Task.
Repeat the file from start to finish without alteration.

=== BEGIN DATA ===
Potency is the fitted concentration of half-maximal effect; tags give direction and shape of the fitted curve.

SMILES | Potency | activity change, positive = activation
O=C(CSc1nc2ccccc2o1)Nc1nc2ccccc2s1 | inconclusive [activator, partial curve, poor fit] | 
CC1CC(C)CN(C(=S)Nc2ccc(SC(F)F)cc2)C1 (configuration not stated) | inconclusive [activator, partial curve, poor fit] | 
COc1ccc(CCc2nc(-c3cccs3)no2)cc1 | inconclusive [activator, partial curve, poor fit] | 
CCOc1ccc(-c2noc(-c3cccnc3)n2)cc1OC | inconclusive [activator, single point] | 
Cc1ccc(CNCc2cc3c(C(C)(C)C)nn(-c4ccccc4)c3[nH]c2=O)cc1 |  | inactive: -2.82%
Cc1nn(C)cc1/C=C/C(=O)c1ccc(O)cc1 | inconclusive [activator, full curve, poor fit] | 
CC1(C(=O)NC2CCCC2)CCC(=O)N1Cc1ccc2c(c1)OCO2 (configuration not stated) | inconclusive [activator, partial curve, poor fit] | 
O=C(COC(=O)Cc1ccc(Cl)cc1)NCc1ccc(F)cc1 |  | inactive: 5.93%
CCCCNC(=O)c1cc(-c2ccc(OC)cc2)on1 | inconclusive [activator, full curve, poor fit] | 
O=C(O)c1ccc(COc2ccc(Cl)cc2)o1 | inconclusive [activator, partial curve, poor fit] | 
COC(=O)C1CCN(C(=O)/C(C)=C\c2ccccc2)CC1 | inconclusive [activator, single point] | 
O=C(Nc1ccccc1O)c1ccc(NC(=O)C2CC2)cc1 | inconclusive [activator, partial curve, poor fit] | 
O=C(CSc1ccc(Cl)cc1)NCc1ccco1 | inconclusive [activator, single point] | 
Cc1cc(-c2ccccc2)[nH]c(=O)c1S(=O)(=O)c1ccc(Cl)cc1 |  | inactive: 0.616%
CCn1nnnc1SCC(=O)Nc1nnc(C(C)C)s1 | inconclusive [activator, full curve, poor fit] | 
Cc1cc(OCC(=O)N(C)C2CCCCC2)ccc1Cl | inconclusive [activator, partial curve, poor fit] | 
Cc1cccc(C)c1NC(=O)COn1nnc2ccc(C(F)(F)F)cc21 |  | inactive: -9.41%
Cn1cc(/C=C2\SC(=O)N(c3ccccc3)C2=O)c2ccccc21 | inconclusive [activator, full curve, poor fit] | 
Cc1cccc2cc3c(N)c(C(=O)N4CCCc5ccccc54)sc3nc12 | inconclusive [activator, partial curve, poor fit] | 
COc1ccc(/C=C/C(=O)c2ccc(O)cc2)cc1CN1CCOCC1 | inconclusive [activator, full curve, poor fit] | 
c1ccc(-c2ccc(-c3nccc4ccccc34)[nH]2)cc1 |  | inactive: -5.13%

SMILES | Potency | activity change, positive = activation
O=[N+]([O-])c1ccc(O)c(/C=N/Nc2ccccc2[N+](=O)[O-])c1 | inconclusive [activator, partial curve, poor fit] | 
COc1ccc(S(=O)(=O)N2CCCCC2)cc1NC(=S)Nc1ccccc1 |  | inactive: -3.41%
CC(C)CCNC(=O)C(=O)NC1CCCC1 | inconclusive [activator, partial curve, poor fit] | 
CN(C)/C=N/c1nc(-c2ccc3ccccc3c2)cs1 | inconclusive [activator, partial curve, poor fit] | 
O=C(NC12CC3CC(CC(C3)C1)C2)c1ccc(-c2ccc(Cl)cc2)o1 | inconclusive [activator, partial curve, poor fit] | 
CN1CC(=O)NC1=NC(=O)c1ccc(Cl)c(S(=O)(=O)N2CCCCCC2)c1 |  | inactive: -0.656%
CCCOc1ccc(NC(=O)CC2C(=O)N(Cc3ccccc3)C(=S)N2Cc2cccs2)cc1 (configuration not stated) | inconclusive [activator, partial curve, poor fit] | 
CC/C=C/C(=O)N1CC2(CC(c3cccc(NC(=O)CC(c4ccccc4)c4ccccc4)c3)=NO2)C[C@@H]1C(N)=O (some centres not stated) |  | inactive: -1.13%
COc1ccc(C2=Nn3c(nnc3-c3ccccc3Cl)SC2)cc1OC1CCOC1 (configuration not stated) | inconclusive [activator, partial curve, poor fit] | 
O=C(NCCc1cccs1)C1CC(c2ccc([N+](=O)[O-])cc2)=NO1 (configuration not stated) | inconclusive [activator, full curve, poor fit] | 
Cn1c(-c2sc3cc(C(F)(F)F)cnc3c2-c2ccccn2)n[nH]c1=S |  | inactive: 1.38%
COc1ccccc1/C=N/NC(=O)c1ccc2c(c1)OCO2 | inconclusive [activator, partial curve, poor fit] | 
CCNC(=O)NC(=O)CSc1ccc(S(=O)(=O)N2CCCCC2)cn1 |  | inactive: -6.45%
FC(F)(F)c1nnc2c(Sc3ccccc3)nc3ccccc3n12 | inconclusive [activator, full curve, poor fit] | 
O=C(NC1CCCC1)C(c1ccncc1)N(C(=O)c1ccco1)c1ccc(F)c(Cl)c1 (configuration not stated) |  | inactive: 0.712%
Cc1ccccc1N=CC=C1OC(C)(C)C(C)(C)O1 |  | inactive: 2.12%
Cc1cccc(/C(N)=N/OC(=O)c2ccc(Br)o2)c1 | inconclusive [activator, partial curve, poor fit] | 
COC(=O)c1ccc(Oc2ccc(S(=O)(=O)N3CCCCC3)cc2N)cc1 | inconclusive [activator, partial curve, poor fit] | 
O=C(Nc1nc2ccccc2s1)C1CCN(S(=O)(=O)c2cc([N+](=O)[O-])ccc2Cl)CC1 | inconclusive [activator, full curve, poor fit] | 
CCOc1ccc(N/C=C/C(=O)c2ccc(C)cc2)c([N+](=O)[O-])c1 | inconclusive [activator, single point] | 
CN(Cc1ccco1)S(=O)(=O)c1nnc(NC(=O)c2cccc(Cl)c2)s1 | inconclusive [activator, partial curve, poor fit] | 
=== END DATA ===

Potency is the fitted concentration of half-maximal effect; tags give direction and shape of the fitted curve.

SMILES | Potency | activity change, positive = activation
O=C(CSc1nc2ccccc2o1)Nc1nc2ccccc2s1 | inconclusive [activator, partial curve, poor fit] | 
CC1CC(C)CN(C(=S)Nc2ccc(SC(F)F)cc2)C1 (configuration not stated) | inconclusive [activator, partial curve, poor fit] | 
COc1ccc(CCc2nc(-c3cccs3)no2)cc1 | inconclusive [activator, partial curve, poor fit] | 
CCOc1ccc(-c2noc(-c3cccnc3)n2)cc1OC | inconclusive [activator, single point] | 
Cc1ccc(CNCc2cc3c(C(C)(C)C)nn(-c4ccccc4)c3[nH]c2=O)cc1 |  | inactive: -2.82%
Cc1nn(C)cc1/C=C/C(=O)c1ccc(O)cc1 | inconclusive [activator, full curve, poor fit] | 
CC1(C(=O)NC2CCCC2)CCC(=O)N1Cc1ccc2c(c1)OCO2 (configuration not stated) | inconclusive [activator, partial curve, poor fit] | 
O=C(COC(=O)Cc1ccc(Cl)cc1)NCc1ccc(F)cc1 |  | inactive: 5.93%
CCCCNC(=O)c1cc(-c2ccc(OC)cc2)on1 | inconclusive [activator, full curve, poor fit] | 
O=C(O)c1ccc(COc2ccc(Cl)cc2)o1 | inconclusive [activator, partial curve, poor fit] | 
COC(=O)C1CCN(C(=O)/C(C)=C\c2ccccc2)CC1 | inconclusive [activator, single point] | 
O=C(Nc1ccccc1O)c1ccc(NC(=O)C2CC2)cc1 | inconclusive [activator, partial curve, poor fit] | 
O=C(CSc1ccc(Cl)cc1)NCc1ccco1 | inconclusive [activator, single point] | 
Cc1cc(-c2ccccc2)[nH]c(=O)c1S(=O)(=O)c1ccc(Cl)cc1 |  | inactive: 0.616%
CCn1nnnc1SCC(=O)Nc1nnc(C(C)C)s1 | inconclusive [activator, full curve, poor fit] | 
Cc1cc(OCC(=O)N(C)C2CCCCC2)ccc1Cl | inconclusive [activator, partial curve, poor fit] | 
Cc1cccc(C)c1NC(=O)COn1nnc2ccc(C(F)(F)F)cc21 |  | inactive: -9.41%
Cn1cc(/C=C2\SC(=O)N(c3ccccc3)C2=O)c2ccccc21 | inconclusive [activator, full curve, poor fit] | 
Cc1cccc2cc3c(N)c(C(=O)N4CCCc5ccccc54)sc3nc12 | inconclusive [activator, partial curve, poor fit] | 
COc1ccc(/C=C/C(=O)c2ccc(O)cc2)cc1CN1CCOCC1 | inconclusive [activator, full curve, poor fit] | 
c1ccc(-c2ccc(-c3nccc4ccccc34)[nH]2)cc1 |  | inactive: -5.13%

SMILES | Potency | activity change, positive = activation
O=[N+]([O-])c1ccc(O)c(/C=N/Nc2ccccc2[N+](=O)[O-])c1 | inconclusive [activator, partial curve, poor fit] | 
COc1ccc(S(=O)(=O)N2CCCCC2)cc1NC(=S)Nc1ccccc1 |  | inactive: -3.41%
CC(C)CCNC(=O)C(=O)NC1CCCC1 | inconclusive [activator, partial curve, poor fit] | 
CN(C)/C=N/c1nc(-c2ccc3ccccc3c2)cs1 | inconclusive [activator, partial curve, poor fit] | 
O=C(NC12CC3CC(CC(C3)C1)C2)c1ccc(-c2ccc(Cl)cc2)o1 | inconclusive [activator, partial curve, poor fit] | 
CN1CC(=O)NC1=NC(=O)c1ccc(Cl)c(S(=O)(=O)N2CCCCCC2)c1 |  | inactive: -0.656%
CCCOc1ccc(NC(=O)CC2C(=O)N(Cc3ccccc3)C(=S)N2Cc2cccs2)cc1 (configuration not stated) | inconclusive [activator, partial curve, poor fit] | 
CC/C=C/C(=O)N1CC2(CC(c3cccc(NC(=O)CC(c4ccccc4)c4ccccc4)c3)=NO2)C[C@@H]1C(N)=O (some centres not stated) |  | inactive: -1.13%
COc1ccc(C2=Nn3c(nnc3-c3ccccc3Cl)SC2)cc1OC1CCOC1 (configuration not stated) | inconclusive [activator, partial curve, poor fit] | 
O=C(NCCc1cccs1)C1CC(c2ccc([N+](=O)[O-])cc2)=NO1 (configuration not stated) | inconclusive [activator, full curve, poor fit] | 
Cn1c(-c2sc3cc(C(F)(F)F)cnc3c2-c2ccccn2)n[nH]c1=S |  | inactive: 1.38%
COc1ccccc1/C=N/NC(=O)c1ccc2c(c1)OCO2 | inconclusive [activator, partial curve, poor fit] | 
CCNC(=O)NC(=O)CSc1ccc(S(=O)(=O)N2CCCCC2)cn1 |  | inactive: -6.45%
FC(F)(F)c1nnc2c(Sc3ccccc3)nc3ccccc3n12 | inconclusive [activator, full curve, poor fit] | 
O=C(NC1CCCC1)C(c1ccncc1)N(C(=O)c1ccco1)c1ccc(F)c(Cl)c1 (configuration not stated) |  | inactive: 0.712%
Cc1ccccc1N=CC=C1OC(C)(C)C(C)(C)O1 |  | inactive: 2.12%
Cc1cccc(/C(N)=N/OC(=O)c2ccc(Br)o2)c1 | inconclusive [activator, partial curve, poor fit] | 
COC(=O)c1ccc(Oc2ccc(S(=O)(=O)N3CCCCC3)cc2N)cc1 | inconclusive [activator, partial curve, poor fit] | 
O=C(Nc1nc2ccccc2s1)C1CCN(S(=O)(=O)c2cc([N+](=O)[O-])ccc2Cl)CC1 | inconclusive [activator, full curve, poor fit] | 
CCOc1ccc(N/C=C/C(=O)c2ccc(C)cc2)c([N+](=O)[O-])c1 | inconclusive [activator, single point] | 
CN(Cc1ccco1)S(=O)(=O)c1nnc(NC(=O)c2cccc(Cl)c2)s1 | inconclusive [activator, partial curve, poor fit] | 